Pat: [00:05:36] Yeah, I agree entirely with what you're saying there, Nick. It's probably worth adding to that as well by making mention that there's probably 20000-25,000 brokers throughout the whole of the UK but only a very small number of those brokers solely specialize in -- or focus on PII.
So, from our perspective, the vast majority of all the brokers that we work with, PII is only a small part of what they do. So, with what Nick just said there where we are beginning to see flickers of light at the end of the tunnel with it and easing in the market on rates and on cover and I know it's going to occur in different timing with different professions.
But from my perspective and the whole team here, it's important that we communicate this to our brokers throughout the UK bearing in mind as I mentioned earlier, PII is only a generally speaking a small part of what they do. So, if we could just keep them up to speed with how things are beginning to develop and change for certain professions all the better as far as we are concerned.
Mia: [00:06:50] Fascinating perspective there, Pat. And from my perspective, an interesting thing about the PII market is that making predictions can often seem a little bit doomed to failure. I know when COVID first emerged, there was a lot of concern in the market regarding the potential litigation of brokers relating to business interruption claims. How has this unfolded so far? Is there still the potential for further fallouts? Maybe a starting with you there, Nick?
Nick: [00:07:18] Well, yeah. So I think in March 2020, we were all very confused as to what the future months, years were gonna hold for us. You know, there are many areas, I mean, many market commentators were concerned about the equity market collapsing. And so with that, the COVID situation extended into various areas within the PII market.
But to answer your question, insurance brokers, well, I never really -- I didn't want to sound like a being the wise guy but I didn't foresee many issues for insurance brokers in terms of claims arising out of negligence or alleged negligence from business interruption claims and the situation has proven to be correct. We look after the PII programs for approximately 200 insurance brokers, independent insurance brokers around the United Kingdom, I can tell you that we've had less than not the fingers on one hand in terms of allegations of wrongdoing by those insurance brokers.
I mean, the Supreme Court ruling that brought in a number of insurers certainly helped. And as some insurance brokers over the last two years had bought their PII cover without COVID-19 and continue to trade, I think the vast majority of our clients did by COVID-19 cover. And it takes me back a little bit back a few decades when we were all concerned about the year 2000 and what the effects would be to go into a new millennium. And that, again, didn't cause insurance brokers or the UK PII market any problems.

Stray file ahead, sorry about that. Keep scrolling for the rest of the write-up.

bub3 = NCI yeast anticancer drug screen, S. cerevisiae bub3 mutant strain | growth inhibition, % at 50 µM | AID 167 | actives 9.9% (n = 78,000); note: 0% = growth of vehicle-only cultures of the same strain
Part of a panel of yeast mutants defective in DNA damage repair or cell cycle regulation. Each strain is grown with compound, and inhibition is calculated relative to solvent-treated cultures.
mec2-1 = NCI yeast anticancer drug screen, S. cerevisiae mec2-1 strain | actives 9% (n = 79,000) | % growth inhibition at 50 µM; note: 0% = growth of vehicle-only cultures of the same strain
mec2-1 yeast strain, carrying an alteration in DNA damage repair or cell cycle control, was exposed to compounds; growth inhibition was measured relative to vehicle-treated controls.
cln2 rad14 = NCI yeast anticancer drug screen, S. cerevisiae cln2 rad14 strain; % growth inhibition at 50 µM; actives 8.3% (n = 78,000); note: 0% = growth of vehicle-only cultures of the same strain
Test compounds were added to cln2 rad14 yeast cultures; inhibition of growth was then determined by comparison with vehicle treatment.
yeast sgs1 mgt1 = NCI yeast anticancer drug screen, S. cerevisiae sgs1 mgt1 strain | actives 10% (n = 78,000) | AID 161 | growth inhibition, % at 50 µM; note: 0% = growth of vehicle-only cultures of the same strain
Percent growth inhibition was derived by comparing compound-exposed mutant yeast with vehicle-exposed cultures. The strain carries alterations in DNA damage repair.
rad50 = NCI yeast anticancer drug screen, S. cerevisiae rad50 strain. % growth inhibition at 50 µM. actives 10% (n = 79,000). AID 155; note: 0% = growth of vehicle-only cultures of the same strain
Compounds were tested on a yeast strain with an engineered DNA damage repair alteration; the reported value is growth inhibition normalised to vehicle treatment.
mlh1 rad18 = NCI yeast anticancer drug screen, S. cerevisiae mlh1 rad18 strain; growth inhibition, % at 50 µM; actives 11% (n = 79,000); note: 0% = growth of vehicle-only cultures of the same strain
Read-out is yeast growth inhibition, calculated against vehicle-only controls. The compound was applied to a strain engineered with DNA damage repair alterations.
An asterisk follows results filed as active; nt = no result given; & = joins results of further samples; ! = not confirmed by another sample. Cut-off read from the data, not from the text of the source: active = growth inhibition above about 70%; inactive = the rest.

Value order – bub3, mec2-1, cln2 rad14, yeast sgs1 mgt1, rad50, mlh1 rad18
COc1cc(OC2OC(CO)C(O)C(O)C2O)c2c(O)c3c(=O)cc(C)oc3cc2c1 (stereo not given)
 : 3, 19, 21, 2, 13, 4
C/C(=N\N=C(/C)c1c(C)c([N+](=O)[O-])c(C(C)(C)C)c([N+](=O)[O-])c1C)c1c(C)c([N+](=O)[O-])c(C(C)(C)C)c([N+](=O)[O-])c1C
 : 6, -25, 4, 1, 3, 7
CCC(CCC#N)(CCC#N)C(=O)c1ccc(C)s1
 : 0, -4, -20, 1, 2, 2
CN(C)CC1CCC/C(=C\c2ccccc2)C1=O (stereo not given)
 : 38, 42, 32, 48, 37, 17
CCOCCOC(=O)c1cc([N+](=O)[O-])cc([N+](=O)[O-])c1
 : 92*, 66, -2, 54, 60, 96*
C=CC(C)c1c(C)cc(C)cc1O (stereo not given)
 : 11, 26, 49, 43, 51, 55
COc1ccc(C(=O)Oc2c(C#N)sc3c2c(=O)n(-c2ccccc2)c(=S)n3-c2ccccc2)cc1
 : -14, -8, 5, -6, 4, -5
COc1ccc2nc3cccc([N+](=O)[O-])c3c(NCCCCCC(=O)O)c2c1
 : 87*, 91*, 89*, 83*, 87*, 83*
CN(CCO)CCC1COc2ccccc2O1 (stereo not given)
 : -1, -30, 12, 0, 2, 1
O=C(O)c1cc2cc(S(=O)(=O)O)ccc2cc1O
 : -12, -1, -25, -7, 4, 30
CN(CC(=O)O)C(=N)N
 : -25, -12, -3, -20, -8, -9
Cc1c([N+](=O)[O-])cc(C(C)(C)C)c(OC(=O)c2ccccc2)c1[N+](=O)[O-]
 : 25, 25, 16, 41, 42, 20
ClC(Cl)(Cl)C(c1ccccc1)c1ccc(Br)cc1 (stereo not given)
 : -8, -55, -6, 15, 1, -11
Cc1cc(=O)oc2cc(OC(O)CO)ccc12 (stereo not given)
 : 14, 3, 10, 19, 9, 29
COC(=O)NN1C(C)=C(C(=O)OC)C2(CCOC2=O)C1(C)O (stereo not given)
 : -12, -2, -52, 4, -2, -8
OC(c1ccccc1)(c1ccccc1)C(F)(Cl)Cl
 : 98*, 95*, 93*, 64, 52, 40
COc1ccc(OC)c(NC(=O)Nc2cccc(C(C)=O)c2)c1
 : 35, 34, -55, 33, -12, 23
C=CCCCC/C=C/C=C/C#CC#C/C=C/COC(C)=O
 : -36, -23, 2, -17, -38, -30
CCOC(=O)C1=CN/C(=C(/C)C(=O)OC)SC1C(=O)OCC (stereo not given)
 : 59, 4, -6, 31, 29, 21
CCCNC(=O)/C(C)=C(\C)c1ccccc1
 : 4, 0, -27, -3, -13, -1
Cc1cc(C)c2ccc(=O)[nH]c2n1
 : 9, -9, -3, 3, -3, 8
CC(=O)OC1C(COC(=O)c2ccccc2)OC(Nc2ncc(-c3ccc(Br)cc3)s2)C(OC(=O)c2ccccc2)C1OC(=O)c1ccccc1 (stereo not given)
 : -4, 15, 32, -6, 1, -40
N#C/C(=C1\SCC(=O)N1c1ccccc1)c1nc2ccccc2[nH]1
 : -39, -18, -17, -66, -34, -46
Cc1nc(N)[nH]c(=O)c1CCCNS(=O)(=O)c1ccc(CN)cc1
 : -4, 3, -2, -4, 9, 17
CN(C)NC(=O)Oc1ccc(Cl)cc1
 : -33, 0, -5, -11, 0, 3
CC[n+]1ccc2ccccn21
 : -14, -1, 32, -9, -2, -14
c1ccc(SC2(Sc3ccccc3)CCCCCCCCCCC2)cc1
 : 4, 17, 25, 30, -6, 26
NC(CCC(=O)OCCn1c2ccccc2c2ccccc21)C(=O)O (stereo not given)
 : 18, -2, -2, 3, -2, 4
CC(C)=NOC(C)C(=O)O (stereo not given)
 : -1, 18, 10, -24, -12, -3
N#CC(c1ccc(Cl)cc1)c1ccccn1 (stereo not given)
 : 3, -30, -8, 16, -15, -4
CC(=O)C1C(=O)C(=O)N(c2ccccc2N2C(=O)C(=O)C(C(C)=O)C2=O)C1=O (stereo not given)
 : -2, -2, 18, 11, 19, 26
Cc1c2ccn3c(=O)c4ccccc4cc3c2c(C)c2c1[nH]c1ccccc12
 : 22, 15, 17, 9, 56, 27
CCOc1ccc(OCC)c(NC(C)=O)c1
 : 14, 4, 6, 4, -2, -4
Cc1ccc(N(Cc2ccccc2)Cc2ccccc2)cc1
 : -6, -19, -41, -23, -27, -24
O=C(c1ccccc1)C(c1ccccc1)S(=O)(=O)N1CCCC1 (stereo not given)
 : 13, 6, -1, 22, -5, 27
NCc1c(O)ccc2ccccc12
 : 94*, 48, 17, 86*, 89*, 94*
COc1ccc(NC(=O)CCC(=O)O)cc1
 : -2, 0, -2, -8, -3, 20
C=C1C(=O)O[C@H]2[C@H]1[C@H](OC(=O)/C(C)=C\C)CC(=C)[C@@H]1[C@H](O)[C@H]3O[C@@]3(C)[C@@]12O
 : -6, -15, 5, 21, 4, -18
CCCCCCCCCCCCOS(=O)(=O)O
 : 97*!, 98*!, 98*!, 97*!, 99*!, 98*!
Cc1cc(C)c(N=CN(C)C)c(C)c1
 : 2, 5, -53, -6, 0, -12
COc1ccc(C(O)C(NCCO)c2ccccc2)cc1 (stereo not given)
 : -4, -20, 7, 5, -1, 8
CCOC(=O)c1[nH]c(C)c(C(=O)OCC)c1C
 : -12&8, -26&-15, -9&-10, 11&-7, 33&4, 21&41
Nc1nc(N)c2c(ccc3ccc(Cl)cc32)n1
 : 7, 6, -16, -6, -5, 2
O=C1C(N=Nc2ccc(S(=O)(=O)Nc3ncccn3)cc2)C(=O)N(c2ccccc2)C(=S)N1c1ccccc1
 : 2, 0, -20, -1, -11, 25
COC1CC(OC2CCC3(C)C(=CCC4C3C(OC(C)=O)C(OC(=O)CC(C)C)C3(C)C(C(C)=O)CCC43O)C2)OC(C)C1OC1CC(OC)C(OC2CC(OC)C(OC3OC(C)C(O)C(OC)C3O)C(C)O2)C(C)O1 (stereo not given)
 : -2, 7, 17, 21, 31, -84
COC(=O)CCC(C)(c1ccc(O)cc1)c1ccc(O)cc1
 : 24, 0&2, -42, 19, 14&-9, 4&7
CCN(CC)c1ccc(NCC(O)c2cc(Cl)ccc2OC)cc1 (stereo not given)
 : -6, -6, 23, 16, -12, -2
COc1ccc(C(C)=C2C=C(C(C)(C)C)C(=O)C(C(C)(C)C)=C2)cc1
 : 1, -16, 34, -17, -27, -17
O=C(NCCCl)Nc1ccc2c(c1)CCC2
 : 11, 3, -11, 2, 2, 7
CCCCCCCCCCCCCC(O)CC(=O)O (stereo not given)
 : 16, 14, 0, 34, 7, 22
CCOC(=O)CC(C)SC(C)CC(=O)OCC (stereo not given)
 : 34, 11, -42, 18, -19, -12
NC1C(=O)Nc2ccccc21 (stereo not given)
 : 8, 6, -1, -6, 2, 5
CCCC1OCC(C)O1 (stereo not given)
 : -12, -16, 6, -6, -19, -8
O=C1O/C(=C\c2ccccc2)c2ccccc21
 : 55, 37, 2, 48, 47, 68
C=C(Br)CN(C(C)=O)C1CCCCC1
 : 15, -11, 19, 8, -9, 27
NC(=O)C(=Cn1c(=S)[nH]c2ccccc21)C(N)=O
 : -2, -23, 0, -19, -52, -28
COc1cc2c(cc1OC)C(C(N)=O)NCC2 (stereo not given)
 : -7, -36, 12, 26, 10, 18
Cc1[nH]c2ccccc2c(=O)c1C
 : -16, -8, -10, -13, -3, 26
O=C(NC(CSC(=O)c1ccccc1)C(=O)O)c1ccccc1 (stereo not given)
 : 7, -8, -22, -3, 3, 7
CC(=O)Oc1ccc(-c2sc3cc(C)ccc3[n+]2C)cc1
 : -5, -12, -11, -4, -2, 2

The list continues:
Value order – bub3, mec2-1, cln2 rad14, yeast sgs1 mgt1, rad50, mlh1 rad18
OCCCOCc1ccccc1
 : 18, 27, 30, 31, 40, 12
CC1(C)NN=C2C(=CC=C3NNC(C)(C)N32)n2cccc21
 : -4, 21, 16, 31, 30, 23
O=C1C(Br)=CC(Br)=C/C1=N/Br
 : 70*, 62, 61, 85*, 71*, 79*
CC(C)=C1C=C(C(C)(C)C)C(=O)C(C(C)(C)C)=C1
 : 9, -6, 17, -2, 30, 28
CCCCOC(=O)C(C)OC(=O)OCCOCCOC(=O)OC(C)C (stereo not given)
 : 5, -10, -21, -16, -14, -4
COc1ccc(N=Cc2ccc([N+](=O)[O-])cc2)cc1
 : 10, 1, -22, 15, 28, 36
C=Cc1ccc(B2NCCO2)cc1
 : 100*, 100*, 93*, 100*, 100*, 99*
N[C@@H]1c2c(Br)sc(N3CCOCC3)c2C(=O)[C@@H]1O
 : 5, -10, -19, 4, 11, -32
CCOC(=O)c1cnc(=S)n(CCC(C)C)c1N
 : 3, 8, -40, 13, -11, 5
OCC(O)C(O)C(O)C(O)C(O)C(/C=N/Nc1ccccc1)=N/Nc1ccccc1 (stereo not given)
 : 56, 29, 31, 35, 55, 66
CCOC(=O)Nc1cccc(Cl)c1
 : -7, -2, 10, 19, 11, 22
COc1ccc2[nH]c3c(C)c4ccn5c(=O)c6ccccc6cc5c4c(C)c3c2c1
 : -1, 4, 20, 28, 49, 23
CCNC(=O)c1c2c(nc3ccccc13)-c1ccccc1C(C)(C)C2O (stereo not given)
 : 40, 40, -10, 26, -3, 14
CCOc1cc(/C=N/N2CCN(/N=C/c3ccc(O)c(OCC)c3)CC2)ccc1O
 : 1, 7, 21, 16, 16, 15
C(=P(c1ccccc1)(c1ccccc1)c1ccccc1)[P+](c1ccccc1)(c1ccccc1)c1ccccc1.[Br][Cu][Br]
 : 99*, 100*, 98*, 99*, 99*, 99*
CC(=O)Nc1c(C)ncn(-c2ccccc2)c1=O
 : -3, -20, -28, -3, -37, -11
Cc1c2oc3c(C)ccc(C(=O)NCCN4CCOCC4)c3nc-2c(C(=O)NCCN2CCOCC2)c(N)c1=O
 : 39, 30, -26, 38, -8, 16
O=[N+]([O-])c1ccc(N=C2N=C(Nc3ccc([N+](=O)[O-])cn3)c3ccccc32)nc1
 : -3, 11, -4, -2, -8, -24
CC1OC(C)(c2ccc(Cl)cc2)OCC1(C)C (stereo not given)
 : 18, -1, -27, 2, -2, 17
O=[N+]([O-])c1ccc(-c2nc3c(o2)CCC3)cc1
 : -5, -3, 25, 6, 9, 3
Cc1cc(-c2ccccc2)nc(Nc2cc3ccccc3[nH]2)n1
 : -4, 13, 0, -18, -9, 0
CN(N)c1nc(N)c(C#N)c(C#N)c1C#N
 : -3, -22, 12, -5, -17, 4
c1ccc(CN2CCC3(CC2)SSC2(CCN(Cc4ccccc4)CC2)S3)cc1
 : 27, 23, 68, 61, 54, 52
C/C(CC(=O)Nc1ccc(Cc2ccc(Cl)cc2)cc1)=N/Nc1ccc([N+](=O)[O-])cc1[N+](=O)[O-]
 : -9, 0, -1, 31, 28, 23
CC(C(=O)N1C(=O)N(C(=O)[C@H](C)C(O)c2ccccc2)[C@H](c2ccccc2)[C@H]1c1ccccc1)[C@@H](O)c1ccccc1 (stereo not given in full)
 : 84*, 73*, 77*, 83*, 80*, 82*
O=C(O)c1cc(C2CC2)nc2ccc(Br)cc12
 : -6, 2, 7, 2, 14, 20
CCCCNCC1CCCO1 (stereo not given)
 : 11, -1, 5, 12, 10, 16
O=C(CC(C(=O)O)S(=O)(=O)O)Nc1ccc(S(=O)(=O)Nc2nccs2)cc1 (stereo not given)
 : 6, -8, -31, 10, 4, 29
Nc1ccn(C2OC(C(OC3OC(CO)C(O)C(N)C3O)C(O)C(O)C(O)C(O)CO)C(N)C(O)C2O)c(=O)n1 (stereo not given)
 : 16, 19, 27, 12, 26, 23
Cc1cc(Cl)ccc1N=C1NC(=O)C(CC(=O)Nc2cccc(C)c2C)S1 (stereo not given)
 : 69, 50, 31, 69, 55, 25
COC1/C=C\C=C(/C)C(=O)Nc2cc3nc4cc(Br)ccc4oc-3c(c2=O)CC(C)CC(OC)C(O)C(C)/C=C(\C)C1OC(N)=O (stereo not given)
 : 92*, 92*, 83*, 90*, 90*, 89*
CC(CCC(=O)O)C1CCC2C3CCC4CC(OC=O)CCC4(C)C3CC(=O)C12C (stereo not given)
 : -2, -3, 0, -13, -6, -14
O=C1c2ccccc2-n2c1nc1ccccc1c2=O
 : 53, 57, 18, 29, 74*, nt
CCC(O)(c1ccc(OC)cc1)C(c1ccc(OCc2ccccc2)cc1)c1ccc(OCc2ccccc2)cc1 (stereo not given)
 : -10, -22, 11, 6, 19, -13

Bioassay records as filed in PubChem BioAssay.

And then we have the issue of the year 2001 because the IT sectors are all – the IT machines can't recognize the digit one after the year 2000. So, there was further sort of hardening and crazy year for the insurance for the year 2001.
So, I think, all in all, nearly two years later, we've not seen more than a handful of grumbles in ones that come against insurance brokers and the vast majority of insurers have done the right thing by settling those business interruption claims.
Pat: [00:09:57] Mia, just to add to that, actually, it's also probably worth saying and Nick touched on it already that when we first faced the concerns over COVID-19 in March of 2020, understandably, brokers became extremely worried about potential business interruption claims. And what it prompted all of them to do -- I'm sure that all of them, I can say to do was to review their customer book and make their clients aware as when their policies came up for renewal.
That was two years ago now, just under two years ago now. So, we moved towards the point now where those brokers throughout the United Kingdom have renewed pretty much all of their policies and presumably made their clients aware of what they're covered for moving forward. So, it's less of a concern now, I suspect, but quite rightly so, brokers are needing to adhere to the minimum requirements of the FCA with regards to that element of cover for themselves.
Nick: [00:11:03] Yeah, if I may add to that, add in one little thing here, one little point is, I think that there's agreater exposure to insurance brokers where their employees work from home greater than the COVID threat and it's interlinked with it, I suppose in a way. For the oversight and control of ensuring that employees are being trained properly, they are able to respond to clients’ needs, they're getting policies insured -- risks insured rather, all these things doing it virtually has been a real struggle, I think for our industry.